I think we need a pep talk. I mean, we really, really need a pep talk.
As my column alluded to last week, college students are so caught up in their own version of busy that they often neglect not only the “why” of their lives, but also the “how.”
Each day, we make choices that inform our ability to accomplish our “why,” the reason why we wake up every day and go about our lives as active, contributing human beings. These choices might look a little something like this: Do I wake up 20 minutes early to make a green smoothie or do I opt to eat the leftover frozen pizza as I run late to class? Do I eat anything at all? Do I stop to say hi to my friend in the parking garage, or glue my headphones to my ears, and my eyes to the cement to avoid conversation because I’m just so introverted and chances are I’ll be surrounded by people all day? Do I do something nice for my stressed out friend, or is that their problem to deal with? After all, I have my own daunting lists of responsibilities to tend to.
That’s just it. If you’re anything like me, I like to believe every choice I make in a day is to bring me a little closer to my “why,” which is tied to you. Everyday, as Student Body President, I make choices that are informed by the student voice, but as much as I like to believe I’m serving this voice well, the “how” in which I go about my life often does little to contribute to the well-being of those around me; not because I’m not thinking about “the other,” but rather that I so often fail to recognize that when I’m not doing well, I can’t help those around me to do well. My tiredness. My rushed-ness. My unattentiveness; the “how” in which I conduct myself in a day all detract from my “why,” often without me even knowing.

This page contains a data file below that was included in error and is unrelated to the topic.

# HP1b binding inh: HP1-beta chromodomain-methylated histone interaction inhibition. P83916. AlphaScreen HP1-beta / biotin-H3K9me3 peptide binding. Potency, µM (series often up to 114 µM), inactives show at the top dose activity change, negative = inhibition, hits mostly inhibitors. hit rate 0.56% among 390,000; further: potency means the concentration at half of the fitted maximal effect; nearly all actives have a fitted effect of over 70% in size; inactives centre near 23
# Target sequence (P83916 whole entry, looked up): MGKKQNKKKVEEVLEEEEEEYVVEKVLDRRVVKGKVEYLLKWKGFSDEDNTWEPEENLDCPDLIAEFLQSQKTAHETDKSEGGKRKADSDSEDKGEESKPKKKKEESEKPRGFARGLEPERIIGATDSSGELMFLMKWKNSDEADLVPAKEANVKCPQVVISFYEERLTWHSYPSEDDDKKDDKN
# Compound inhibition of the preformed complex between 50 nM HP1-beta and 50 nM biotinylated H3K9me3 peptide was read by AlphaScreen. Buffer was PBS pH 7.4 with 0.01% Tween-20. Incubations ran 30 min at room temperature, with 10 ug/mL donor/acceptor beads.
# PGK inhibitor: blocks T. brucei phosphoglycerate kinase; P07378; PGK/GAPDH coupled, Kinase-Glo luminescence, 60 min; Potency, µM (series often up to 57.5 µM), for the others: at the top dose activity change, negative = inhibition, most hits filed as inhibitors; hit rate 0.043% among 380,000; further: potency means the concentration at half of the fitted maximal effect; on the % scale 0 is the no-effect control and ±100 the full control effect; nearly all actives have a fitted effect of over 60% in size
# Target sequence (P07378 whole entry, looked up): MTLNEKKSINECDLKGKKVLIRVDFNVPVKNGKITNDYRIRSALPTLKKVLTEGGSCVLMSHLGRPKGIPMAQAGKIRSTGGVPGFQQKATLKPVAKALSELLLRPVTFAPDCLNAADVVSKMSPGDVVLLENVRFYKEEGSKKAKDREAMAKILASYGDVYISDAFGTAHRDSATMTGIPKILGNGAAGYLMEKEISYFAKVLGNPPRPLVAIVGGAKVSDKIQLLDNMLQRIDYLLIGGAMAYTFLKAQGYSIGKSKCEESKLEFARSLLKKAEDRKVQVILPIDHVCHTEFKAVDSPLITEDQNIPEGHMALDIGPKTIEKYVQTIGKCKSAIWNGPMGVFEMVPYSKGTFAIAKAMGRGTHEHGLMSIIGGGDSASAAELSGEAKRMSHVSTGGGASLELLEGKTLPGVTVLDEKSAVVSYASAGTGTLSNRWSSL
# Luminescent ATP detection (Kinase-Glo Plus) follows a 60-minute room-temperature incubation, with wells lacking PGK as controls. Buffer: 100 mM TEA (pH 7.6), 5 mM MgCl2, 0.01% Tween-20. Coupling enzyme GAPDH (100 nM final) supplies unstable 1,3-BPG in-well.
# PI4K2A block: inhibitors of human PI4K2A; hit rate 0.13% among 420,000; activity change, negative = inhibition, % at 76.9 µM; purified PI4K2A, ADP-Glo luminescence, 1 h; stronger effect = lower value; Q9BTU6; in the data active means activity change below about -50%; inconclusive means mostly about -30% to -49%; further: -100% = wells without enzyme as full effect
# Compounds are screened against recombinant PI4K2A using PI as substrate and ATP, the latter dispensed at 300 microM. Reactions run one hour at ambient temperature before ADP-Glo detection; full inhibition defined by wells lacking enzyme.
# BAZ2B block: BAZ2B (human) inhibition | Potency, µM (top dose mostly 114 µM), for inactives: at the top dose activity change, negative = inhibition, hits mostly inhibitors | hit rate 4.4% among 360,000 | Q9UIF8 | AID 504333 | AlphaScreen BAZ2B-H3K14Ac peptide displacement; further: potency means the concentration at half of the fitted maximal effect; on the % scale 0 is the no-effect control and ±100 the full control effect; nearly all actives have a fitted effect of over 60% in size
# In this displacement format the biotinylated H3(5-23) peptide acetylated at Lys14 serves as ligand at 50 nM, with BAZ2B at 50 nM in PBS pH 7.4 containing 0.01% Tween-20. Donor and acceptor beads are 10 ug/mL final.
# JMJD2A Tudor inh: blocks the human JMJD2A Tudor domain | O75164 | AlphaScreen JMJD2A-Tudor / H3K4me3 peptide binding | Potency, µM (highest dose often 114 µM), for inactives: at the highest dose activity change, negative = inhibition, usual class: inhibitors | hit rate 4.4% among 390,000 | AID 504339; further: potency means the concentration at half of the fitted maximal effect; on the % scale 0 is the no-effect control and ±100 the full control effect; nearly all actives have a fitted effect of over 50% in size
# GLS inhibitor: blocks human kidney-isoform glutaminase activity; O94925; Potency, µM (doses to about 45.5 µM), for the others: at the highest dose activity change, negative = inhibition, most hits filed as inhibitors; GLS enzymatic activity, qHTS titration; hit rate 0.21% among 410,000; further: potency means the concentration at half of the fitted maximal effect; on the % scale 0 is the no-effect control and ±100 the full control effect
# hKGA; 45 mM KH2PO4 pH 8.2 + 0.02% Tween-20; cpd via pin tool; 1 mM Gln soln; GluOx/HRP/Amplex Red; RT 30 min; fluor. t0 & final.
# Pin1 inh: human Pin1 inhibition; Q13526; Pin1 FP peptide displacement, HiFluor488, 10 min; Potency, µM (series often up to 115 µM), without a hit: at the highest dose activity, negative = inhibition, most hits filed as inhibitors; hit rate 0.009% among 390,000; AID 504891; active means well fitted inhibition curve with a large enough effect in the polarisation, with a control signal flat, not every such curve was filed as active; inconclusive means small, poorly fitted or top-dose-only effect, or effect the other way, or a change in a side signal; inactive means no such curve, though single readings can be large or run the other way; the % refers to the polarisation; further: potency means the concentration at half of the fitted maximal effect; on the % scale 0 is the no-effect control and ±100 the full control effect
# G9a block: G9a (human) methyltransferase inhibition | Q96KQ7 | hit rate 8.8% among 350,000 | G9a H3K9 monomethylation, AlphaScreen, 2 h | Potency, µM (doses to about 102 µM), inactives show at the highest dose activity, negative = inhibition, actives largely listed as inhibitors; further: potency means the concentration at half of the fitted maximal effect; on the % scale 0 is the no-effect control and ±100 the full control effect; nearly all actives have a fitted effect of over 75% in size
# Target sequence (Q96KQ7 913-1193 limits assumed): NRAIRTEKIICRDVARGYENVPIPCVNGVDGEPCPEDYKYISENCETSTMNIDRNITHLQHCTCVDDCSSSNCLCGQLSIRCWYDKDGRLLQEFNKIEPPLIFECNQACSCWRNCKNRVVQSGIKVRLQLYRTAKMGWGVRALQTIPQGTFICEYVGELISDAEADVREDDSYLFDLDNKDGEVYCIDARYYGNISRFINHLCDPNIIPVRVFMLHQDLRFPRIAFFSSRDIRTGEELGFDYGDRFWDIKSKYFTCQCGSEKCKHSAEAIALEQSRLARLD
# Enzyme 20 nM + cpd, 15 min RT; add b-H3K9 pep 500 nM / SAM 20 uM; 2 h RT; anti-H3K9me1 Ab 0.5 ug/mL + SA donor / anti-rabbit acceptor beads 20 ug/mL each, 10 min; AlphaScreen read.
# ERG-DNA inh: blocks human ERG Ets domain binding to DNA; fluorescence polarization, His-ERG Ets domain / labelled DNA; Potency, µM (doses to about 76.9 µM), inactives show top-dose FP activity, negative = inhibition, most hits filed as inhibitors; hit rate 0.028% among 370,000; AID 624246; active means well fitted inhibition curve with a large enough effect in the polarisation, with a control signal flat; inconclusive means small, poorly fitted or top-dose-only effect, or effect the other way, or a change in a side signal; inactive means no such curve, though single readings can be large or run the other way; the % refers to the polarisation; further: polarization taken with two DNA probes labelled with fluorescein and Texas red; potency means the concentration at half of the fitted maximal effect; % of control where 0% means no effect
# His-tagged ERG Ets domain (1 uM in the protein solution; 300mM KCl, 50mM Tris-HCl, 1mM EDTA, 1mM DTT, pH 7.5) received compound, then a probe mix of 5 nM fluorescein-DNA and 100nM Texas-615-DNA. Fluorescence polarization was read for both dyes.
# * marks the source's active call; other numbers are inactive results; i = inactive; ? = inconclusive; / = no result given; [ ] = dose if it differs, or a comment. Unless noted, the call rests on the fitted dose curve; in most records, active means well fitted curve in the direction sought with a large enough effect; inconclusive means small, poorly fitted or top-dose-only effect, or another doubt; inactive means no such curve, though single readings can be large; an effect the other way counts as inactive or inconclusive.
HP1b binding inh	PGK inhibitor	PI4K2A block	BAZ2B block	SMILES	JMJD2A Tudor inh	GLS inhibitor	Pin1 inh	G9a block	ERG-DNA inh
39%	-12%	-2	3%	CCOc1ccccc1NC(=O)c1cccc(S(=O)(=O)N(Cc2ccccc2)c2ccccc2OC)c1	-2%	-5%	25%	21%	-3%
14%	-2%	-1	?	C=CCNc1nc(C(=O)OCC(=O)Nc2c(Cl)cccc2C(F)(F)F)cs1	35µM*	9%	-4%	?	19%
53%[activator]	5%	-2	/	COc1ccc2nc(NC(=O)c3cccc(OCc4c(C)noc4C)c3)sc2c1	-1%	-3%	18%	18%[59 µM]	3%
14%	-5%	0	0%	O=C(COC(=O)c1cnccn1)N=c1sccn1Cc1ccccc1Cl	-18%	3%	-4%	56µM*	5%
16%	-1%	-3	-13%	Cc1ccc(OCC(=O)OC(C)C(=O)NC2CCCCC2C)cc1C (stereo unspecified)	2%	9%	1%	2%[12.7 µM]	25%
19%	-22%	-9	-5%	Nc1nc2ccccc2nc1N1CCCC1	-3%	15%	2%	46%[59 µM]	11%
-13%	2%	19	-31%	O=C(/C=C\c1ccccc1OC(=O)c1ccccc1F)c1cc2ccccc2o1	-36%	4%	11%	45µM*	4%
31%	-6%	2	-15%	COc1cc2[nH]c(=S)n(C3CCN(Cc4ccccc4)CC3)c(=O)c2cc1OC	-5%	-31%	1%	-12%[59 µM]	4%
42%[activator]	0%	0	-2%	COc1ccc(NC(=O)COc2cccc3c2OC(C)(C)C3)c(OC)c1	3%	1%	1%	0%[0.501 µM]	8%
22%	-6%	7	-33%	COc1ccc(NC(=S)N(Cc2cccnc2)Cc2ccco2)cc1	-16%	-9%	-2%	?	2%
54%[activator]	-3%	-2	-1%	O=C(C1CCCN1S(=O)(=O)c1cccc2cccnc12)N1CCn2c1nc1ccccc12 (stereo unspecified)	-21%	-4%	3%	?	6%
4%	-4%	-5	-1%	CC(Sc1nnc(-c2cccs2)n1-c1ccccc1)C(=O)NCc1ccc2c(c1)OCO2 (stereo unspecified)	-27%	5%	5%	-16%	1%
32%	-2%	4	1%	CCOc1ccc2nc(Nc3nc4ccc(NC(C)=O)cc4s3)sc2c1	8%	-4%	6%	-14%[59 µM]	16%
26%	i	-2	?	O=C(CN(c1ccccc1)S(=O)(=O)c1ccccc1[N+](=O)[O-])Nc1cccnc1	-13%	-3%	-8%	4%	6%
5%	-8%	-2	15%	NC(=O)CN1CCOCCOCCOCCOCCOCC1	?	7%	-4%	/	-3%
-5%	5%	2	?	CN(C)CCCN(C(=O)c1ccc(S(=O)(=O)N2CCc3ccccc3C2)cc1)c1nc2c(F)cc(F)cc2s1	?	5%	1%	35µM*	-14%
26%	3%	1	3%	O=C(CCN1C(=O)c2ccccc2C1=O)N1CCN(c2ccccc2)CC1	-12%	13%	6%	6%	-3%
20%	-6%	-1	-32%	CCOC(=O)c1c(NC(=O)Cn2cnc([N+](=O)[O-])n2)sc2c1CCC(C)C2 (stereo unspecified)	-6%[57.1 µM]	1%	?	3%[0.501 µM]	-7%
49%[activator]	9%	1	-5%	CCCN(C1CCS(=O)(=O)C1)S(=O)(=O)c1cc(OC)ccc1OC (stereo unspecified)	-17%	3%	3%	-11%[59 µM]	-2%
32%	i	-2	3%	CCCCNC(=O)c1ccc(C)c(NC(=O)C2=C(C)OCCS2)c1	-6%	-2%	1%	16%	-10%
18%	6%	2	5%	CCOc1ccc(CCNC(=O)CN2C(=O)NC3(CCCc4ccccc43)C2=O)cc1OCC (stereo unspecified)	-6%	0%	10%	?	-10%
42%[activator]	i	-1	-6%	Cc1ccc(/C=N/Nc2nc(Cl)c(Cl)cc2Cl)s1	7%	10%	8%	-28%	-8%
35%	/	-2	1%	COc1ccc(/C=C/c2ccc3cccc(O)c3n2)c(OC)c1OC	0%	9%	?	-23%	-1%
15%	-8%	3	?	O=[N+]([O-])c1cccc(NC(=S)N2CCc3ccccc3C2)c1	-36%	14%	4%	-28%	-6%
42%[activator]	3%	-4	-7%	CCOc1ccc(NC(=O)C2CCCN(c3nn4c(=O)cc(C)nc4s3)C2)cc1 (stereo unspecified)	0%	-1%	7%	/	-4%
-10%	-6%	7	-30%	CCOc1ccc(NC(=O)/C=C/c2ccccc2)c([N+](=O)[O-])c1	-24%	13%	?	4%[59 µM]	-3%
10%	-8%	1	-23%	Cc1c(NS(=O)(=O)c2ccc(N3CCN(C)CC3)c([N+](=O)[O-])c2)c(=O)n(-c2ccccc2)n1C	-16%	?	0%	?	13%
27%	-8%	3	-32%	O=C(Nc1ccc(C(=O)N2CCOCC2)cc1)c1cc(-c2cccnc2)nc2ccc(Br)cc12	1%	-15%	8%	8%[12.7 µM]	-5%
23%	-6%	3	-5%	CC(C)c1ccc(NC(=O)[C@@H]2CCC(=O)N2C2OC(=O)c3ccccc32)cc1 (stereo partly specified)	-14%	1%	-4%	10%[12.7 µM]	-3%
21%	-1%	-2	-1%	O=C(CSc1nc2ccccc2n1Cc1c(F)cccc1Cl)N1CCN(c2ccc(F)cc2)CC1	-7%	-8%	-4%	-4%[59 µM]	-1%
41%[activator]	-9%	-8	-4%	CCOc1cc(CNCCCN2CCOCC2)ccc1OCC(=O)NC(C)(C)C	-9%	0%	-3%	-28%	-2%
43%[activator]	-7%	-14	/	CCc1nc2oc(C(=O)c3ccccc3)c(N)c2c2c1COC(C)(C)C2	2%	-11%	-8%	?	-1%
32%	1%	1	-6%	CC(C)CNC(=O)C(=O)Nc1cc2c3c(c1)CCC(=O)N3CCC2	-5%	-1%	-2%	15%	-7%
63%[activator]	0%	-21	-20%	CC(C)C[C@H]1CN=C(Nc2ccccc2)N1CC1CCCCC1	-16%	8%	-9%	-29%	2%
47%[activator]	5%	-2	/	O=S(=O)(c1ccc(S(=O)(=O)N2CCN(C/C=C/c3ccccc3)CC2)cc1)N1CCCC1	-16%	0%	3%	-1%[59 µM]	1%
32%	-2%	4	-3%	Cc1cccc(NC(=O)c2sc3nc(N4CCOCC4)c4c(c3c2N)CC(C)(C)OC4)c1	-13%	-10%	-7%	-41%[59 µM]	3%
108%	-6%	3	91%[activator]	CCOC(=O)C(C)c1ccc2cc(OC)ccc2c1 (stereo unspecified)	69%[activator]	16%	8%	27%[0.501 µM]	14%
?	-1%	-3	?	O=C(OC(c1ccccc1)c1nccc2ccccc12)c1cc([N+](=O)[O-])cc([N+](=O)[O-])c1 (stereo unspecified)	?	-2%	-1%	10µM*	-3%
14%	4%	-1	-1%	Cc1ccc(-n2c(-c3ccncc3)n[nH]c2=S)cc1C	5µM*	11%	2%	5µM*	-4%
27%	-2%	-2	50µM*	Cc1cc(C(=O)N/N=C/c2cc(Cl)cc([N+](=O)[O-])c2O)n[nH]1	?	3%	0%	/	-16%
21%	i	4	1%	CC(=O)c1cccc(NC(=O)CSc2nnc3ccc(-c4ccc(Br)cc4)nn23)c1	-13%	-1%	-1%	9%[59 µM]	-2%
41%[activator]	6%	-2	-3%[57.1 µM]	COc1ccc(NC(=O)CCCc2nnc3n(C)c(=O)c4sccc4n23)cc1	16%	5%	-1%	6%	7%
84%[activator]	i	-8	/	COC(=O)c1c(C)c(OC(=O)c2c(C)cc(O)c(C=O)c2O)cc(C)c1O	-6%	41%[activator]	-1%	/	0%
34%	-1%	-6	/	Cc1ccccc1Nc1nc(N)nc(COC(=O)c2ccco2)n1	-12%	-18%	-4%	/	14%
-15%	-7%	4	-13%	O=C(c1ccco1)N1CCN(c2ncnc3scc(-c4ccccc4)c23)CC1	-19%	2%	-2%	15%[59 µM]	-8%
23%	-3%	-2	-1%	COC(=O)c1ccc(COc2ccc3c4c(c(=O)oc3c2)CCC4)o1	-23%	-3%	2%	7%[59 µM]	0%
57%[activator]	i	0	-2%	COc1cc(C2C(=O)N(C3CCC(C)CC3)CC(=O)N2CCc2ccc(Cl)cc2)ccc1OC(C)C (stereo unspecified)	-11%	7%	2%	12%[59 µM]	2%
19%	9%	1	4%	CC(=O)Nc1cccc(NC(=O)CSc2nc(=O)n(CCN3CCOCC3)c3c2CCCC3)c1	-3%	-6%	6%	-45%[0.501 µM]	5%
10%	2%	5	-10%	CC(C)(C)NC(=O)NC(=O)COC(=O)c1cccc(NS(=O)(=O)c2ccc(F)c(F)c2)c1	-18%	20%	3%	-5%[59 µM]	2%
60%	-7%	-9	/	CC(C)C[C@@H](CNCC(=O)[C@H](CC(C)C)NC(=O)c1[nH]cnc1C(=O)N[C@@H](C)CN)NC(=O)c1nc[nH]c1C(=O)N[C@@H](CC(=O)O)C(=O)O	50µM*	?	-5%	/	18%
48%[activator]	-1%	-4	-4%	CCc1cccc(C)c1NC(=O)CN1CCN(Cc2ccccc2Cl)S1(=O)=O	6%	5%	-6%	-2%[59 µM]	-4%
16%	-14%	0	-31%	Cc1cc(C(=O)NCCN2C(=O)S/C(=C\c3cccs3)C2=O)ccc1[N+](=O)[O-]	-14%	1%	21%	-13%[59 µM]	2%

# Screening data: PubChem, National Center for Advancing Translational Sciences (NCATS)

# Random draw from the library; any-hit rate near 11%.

If my choice to eat the frozen pizza instead of making the green smoothie becomes a habit, my health will falter. If I don’t eat, I’ll lack the energy and mental capacity to engage. If I never recharge by myself as an introvert and then later choose never to meet the eyes of those around me, I’ll lack the ability to connect with others. If I always ignore the stress of my friends to tend to my own, I’ll miss out on the practices in empathy and compassion that add deep value to our lives. Our choices are not without their effect, and often the “how” by which we engage with others does more harm than good, simply because we ourselves are not doing well.
So, for this week: a practice in “selfish selflessness.” Take care of yourself, so that you can take care of those around you. As my dad so often reminds me:
“Sienna, you can’t help someone out of the ditch if you’re in the ditch with them.”
I have to remind myself that if I don’t get enough sleep, if I don’t eat, if I don’t take care of myself, I can serve no one well; not my closest friends, not the 23,000 students that attend Boise State. It’s a challenge, but not an impossible one. Maybe the first step is admitting we’re not as okay as we let on, and that it’s okay to not only ask for, but accept help. For leaders, this is often a practice in humility, learning to let go of the need to be “perfect,” the high standards and “do everything ourselves” mentality that our ego holds us too, and to allow ourselves to just be human so that we can better relate and better serve those around us.